An Introduction to Database Systems (8th Edition)

Author: C. J. Date
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An Introduction to Database Systems (8th Edition)

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by anonymous   2017-08-20

a database table is a mathematical relation, in other words a predicate and a set of tuples ("rows") for which that predicate is true. that means each "row" in a "table" is a (true) proposition.

this may all look scary but the basic principles are really simple and worth knowing and applying rigorously: you'll better know what you're doing.

relations are simple if you start small, with the binary relation. for example, there's a binary relation > (greater than) on the set of all integers which "contains" all ordered pairs of integers x, y for which the predicate x > y holds true. note: you would not want to materialize this specific relation as a database table. :)

you want Books, Authors, Publishers and Users with their bookshelfs (Read, Currently Reading, Want to Read). what are the predicates in that? "user U has read book B", "user U is reading book B", "user U wants to read book B" would be some of them; "book B has ISBN# I, title T, author A" would be another, but some books have multiple authors. in that case, you'll do well to split it out into a separate predicate: "book B was written by author A".

CREATE TABLE book (
  id INT NOT NULL PRIMARY KEY
);
CREATE TABLE author (
  id INT NOT NULL PRIMARY KEY
, name TEXT NOT NULL
);
CREATE TABLE written_by (
  book INT NOT NULL REFERENCES book (id)
, author INT NOT NULL REFERENCES author (id)
);
CREATE TABLE reader (
  id INT NOT NULL PRIMARY KEY
);
CREATE TABLE has_read (
  reader INT NOT NULL REFERENCES reader (id)
, book INT NOT NULL REFERENCES book (id)
);
CREATE TABLE is_reading (
  reader INT NOT NULL REFERENCES reader (id)
, book INT NOT NULL REFERENCES book (id)
);
CREATE TABLE plans_reading (
  reader INT NOT NULL REFERENCES reader (id)
, book INT NOT NULL REFERENCES book (id)
);

etc etc.

edit: C. J. Date's Introduction to Database Systems

by anonymous   2017-08-20

If you are new to the subject then Introduction to Database Systems by Chris Date is a good place to start before you get onto database design.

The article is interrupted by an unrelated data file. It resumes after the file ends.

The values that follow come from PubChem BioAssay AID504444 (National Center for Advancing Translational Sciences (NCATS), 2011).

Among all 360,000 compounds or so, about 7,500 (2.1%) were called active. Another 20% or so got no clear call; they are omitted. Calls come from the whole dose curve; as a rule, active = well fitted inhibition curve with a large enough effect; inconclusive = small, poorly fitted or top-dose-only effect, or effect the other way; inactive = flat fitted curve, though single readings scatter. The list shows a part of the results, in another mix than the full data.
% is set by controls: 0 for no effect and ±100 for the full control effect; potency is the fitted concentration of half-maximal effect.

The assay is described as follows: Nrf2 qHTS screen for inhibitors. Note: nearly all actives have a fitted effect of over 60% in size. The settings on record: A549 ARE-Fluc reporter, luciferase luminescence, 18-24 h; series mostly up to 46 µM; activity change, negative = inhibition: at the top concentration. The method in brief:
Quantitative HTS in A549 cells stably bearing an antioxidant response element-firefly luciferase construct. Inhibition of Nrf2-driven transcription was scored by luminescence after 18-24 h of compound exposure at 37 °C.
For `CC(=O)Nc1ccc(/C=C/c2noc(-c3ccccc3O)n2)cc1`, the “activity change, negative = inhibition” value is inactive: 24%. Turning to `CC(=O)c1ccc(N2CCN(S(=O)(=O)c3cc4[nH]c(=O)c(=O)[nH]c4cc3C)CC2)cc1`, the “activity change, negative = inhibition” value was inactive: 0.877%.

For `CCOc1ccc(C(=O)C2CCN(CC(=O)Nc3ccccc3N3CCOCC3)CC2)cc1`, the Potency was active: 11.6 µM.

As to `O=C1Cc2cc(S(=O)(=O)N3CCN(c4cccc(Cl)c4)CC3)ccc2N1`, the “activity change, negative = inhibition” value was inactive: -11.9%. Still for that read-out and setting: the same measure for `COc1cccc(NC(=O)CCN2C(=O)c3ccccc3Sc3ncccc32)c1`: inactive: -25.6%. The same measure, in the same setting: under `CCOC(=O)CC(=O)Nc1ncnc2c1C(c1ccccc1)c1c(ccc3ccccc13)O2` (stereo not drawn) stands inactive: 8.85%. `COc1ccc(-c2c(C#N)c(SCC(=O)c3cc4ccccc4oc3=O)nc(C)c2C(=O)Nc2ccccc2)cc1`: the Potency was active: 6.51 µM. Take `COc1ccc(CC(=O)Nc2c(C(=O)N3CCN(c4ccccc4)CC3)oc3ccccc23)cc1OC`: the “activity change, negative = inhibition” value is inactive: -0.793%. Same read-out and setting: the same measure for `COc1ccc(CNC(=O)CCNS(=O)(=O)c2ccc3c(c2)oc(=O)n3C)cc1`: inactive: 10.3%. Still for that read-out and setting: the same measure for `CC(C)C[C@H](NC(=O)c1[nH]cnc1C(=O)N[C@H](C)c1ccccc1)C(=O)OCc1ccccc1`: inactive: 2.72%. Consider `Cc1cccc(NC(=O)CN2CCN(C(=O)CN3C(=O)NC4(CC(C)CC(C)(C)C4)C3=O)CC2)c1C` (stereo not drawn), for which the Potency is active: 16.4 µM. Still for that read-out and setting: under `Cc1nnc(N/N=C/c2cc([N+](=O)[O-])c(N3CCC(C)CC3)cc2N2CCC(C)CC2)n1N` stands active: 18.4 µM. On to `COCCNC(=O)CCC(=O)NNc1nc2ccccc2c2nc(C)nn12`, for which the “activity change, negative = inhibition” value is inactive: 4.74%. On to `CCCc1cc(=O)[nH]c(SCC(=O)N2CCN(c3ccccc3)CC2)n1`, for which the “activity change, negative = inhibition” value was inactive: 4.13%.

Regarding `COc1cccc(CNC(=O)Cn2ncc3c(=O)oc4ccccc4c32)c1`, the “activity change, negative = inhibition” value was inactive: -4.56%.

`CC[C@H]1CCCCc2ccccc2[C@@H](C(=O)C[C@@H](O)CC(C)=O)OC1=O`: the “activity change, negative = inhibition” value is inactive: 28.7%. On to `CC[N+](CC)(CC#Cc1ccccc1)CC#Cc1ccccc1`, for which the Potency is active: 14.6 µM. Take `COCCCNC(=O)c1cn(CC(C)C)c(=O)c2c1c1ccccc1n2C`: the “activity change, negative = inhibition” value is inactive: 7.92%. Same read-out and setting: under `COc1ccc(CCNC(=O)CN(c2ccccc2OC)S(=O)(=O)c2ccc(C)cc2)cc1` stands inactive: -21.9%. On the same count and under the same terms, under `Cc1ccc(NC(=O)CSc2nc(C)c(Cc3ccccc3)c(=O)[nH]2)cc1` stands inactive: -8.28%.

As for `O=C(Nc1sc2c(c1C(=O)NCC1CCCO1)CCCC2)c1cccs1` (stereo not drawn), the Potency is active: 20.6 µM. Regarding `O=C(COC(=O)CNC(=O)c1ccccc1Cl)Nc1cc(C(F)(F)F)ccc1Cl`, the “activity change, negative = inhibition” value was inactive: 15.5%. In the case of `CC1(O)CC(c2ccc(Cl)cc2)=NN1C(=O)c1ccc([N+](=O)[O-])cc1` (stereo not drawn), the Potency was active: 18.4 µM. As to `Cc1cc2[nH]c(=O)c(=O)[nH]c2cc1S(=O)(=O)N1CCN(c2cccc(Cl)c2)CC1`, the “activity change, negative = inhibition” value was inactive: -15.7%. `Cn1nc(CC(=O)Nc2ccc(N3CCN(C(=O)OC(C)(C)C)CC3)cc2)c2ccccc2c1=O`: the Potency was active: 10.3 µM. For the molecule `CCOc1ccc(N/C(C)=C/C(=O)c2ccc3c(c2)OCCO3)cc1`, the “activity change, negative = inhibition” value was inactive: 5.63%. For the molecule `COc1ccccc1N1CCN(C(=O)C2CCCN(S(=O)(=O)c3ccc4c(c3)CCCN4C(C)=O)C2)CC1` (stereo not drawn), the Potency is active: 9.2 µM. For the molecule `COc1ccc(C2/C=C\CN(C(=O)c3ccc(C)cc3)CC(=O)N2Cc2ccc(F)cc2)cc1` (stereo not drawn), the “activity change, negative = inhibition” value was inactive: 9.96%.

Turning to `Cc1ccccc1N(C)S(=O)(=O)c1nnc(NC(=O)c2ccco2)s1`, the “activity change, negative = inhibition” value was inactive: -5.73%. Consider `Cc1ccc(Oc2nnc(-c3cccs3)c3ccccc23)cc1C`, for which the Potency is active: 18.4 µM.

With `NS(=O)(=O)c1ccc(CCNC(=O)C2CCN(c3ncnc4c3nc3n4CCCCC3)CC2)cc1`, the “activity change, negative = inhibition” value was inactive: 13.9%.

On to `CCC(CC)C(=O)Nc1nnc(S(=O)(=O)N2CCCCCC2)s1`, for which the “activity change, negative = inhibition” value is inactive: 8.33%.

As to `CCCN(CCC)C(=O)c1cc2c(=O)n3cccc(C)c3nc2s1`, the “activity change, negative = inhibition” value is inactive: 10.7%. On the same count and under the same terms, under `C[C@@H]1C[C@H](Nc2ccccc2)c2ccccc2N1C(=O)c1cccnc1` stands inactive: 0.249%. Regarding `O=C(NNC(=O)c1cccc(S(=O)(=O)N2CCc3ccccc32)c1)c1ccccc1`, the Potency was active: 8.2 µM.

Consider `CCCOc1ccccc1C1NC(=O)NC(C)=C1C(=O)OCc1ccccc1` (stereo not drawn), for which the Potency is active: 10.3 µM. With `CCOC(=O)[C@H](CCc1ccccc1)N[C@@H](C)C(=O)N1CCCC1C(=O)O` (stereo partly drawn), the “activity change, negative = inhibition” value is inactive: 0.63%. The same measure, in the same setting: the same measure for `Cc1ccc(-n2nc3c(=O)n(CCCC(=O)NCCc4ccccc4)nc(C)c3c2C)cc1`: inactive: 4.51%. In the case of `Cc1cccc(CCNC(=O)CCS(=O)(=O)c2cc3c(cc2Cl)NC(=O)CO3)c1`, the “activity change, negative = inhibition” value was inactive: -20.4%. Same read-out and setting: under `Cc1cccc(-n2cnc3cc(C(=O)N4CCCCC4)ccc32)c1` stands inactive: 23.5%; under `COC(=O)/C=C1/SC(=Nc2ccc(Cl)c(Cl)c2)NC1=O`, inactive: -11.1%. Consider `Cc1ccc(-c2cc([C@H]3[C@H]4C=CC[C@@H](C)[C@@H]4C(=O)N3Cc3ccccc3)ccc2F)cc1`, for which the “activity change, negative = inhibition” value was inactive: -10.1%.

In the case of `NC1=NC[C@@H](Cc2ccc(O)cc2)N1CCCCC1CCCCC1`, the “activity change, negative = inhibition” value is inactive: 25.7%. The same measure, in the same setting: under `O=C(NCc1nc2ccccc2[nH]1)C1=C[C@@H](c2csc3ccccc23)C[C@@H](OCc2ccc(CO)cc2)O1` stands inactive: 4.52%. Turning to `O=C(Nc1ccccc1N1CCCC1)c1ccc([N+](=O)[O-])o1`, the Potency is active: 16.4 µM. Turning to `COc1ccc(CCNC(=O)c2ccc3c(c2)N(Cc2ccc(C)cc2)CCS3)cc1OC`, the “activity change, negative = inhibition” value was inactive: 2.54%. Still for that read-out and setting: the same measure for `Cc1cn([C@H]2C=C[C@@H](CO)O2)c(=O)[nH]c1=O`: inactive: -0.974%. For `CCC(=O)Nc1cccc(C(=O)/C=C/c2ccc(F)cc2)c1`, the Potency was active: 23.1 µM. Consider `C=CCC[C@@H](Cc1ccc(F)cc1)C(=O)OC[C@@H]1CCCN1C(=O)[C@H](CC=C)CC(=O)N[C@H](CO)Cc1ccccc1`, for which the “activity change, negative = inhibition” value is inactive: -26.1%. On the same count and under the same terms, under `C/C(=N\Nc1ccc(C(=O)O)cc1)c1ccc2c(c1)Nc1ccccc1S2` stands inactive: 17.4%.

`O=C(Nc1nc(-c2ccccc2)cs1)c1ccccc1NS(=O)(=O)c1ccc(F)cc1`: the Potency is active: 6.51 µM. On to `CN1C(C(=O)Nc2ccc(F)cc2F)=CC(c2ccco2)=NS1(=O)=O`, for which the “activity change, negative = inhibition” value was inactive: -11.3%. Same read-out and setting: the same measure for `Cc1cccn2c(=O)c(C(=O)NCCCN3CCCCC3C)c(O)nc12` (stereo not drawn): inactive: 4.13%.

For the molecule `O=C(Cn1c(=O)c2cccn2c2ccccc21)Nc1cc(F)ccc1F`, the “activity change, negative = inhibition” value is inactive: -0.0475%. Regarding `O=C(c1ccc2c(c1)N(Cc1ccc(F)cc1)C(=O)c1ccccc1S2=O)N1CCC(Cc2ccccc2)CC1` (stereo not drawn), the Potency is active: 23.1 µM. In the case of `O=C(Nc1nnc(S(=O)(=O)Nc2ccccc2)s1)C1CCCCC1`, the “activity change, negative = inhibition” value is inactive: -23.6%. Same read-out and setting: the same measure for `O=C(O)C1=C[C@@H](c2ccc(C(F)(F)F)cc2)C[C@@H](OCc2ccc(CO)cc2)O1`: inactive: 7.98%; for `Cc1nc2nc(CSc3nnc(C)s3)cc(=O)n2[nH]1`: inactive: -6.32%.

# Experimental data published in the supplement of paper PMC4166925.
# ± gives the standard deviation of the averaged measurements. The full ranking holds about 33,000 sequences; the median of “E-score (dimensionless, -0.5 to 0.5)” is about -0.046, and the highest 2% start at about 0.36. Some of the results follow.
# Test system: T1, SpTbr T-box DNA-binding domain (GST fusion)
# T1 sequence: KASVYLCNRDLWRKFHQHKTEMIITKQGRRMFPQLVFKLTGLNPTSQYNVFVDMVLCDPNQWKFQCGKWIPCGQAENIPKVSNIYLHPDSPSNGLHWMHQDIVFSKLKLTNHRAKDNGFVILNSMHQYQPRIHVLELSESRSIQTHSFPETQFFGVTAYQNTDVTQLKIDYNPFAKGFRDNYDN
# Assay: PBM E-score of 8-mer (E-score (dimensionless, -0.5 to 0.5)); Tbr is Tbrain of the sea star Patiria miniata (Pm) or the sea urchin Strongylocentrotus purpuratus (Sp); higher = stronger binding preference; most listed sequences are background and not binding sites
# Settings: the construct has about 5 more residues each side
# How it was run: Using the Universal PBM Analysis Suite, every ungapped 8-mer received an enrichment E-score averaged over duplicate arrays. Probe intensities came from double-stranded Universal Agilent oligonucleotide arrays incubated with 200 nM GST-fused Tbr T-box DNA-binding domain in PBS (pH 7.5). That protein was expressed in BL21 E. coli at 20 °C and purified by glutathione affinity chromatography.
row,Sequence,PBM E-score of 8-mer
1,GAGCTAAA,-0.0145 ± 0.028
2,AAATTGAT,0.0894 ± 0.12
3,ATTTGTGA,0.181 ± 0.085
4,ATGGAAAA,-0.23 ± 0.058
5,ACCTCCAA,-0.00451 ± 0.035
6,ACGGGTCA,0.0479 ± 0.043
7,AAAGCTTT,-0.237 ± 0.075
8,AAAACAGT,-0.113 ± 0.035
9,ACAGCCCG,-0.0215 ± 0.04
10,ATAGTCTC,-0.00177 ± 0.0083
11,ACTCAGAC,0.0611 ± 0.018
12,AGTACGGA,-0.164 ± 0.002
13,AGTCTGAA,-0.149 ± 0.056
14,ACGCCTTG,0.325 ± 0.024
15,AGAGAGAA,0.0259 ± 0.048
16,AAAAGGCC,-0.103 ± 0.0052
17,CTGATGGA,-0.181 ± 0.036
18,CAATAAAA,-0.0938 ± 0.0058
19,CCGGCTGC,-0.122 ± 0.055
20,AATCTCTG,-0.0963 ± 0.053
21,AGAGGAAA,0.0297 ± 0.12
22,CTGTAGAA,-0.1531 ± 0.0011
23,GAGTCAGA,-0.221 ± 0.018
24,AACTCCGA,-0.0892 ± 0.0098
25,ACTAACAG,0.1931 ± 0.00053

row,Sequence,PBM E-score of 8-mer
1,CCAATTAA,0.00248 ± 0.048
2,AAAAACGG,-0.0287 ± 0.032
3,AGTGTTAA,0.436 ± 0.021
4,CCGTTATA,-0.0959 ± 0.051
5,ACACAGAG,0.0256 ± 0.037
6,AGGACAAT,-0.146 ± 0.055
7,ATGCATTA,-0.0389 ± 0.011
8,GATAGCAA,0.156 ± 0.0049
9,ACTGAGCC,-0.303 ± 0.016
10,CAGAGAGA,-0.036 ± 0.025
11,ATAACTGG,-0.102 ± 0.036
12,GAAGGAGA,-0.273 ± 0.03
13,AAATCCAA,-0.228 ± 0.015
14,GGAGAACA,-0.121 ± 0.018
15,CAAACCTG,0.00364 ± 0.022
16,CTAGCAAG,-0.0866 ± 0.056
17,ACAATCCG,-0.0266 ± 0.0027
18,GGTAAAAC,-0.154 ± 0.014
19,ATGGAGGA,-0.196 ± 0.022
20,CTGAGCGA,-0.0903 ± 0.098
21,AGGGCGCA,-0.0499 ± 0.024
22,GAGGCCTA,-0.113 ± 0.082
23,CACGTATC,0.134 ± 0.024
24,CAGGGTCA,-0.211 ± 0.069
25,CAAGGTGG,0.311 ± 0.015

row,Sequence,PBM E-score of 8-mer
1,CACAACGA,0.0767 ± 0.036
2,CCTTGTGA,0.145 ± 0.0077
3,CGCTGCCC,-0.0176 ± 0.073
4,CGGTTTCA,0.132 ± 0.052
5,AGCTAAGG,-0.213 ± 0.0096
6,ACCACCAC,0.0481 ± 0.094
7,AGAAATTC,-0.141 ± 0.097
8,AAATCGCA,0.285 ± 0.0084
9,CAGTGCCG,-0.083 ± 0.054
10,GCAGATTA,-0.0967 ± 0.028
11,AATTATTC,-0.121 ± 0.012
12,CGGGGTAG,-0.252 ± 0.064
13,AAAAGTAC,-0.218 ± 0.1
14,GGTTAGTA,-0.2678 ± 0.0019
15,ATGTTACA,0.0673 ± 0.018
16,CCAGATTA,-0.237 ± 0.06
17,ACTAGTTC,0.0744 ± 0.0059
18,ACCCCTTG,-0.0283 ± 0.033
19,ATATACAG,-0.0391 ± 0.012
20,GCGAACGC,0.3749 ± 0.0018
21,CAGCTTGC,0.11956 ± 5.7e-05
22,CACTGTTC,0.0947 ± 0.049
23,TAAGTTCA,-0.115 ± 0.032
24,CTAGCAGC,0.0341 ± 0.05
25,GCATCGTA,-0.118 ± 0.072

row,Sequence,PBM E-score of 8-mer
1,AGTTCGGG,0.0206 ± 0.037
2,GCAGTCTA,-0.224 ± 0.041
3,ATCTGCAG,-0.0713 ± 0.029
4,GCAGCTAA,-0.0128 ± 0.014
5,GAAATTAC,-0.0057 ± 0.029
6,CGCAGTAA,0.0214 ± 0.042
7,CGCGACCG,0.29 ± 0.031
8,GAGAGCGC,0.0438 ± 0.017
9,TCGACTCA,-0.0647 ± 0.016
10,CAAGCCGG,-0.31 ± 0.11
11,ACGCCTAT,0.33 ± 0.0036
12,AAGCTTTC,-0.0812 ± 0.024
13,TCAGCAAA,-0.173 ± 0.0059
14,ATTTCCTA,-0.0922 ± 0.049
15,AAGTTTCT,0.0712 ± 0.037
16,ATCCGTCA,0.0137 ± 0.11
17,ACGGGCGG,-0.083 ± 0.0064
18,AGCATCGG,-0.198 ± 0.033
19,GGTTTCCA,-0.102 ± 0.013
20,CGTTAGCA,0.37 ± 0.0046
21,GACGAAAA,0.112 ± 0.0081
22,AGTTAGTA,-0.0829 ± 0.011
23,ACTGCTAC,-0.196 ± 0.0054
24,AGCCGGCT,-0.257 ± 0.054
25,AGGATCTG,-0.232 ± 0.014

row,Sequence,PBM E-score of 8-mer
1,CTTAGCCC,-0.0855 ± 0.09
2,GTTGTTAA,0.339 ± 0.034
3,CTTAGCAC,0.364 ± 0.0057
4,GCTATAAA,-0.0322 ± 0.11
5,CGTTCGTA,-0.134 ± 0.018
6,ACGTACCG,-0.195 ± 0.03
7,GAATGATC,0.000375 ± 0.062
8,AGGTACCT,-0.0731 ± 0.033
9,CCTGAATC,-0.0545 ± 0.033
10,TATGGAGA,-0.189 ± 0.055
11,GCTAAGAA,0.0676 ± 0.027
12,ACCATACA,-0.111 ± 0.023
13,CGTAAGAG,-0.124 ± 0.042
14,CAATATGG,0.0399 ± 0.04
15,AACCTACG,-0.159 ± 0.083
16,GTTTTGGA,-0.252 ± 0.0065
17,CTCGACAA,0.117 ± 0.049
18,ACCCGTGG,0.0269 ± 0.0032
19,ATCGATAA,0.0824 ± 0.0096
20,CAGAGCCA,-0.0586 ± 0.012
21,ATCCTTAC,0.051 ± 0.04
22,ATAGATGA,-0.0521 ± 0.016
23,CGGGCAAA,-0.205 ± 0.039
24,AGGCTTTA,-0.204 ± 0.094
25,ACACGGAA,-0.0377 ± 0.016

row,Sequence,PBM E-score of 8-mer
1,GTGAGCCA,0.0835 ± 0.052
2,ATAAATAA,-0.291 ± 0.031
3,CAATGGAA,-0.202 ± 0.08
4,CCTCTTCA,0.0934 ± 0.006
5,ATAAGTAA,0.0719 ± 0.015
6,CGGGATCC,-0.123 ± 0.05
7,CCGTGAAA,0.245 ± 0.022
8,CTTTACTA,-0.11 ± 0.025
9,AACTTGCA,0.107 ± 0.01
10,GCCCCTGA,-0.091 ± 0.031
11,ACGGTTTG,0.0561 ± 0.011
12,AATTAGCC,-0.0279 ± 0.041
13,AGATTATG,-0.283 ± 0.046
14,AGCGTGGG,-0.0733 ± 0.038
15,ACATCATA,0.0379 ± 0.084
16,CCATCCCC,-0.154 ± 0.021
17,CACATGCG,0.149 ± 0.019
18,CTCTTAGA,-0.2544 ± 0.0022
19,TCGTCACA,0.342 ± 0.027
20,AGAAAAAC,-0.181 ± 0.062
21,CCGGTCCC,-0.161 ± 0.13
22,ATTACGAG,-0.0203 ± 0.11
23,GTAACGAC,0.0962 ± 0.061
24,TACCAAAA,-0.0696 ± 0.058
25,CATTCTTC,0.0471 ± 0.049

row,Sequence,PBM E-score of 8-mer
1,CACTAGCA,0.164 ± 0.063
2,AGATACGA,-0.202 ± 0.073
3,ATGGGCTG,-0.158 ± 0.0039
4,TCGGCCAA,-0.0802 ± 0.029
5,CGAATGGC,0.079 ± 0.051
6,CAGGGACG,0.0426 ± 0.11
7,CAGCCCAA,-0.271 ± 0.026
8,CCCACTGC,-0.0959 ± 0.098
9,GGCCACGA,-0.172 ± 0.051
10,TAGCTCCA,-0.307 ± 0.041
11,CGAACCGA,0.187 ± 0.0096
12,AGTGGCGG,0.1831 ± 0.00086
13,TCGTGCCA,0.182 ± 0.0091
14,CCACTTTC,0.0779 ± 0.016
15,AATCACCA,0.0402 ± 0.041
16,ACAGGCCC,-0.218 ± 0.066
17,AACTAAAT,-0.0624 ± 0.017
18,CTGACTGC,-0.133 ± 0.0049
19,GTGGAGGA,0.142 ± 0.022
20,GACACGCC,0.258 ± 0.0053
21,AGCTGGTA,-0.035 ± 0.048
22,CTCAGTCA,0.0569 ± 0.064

http://www.amazon.com/Introduction-Database-Systems-8th/dp/0321197844

For books specifically about design:

http://www.amazon.com/Information-Modeling-Relational-Databases-Management/dp/0123735688

http://www.amazon.com/Practical-Issues-Database-Management-Practitioner/dp/0201485559

by anonymous   2017-08-20

A functional dependency defines a functional relationship between attributes. For example: PersonId functionally determines BirthDate (normally written as PersonId -> BirthDate). Another way of saying this is: There is exactly one Birth Date for any given given any instance of a person. Note that the converse may or may not be true. Many people may have been born on the same day. Given a BirthDate we may find many PersonId sharing that date.

Sets of functional dependencies may be used to synthesize relations (tables). The definition of the first 3 normal forms, including Boyce Codd Normal Form (BCNF) is stated in terms of how a given set of relations represent functional dependencies. Fourth and fifth normal forms involve Multi-Valued dependencies (another kettle of fish).

Here are a few free resources about Functional Dependencies, Normalization and database design. Be prepared to exercise your brain and math skills when studying this material.

The following are "slide shows" from various academic sites...

The following are academic papers. Heavier reading but well worth the effort.

If you are seriously interested in this subject I suggest you put out the cash for a good book on the subject of Relational Database Design. For example: An Introduction to Database Systems by C.J. Date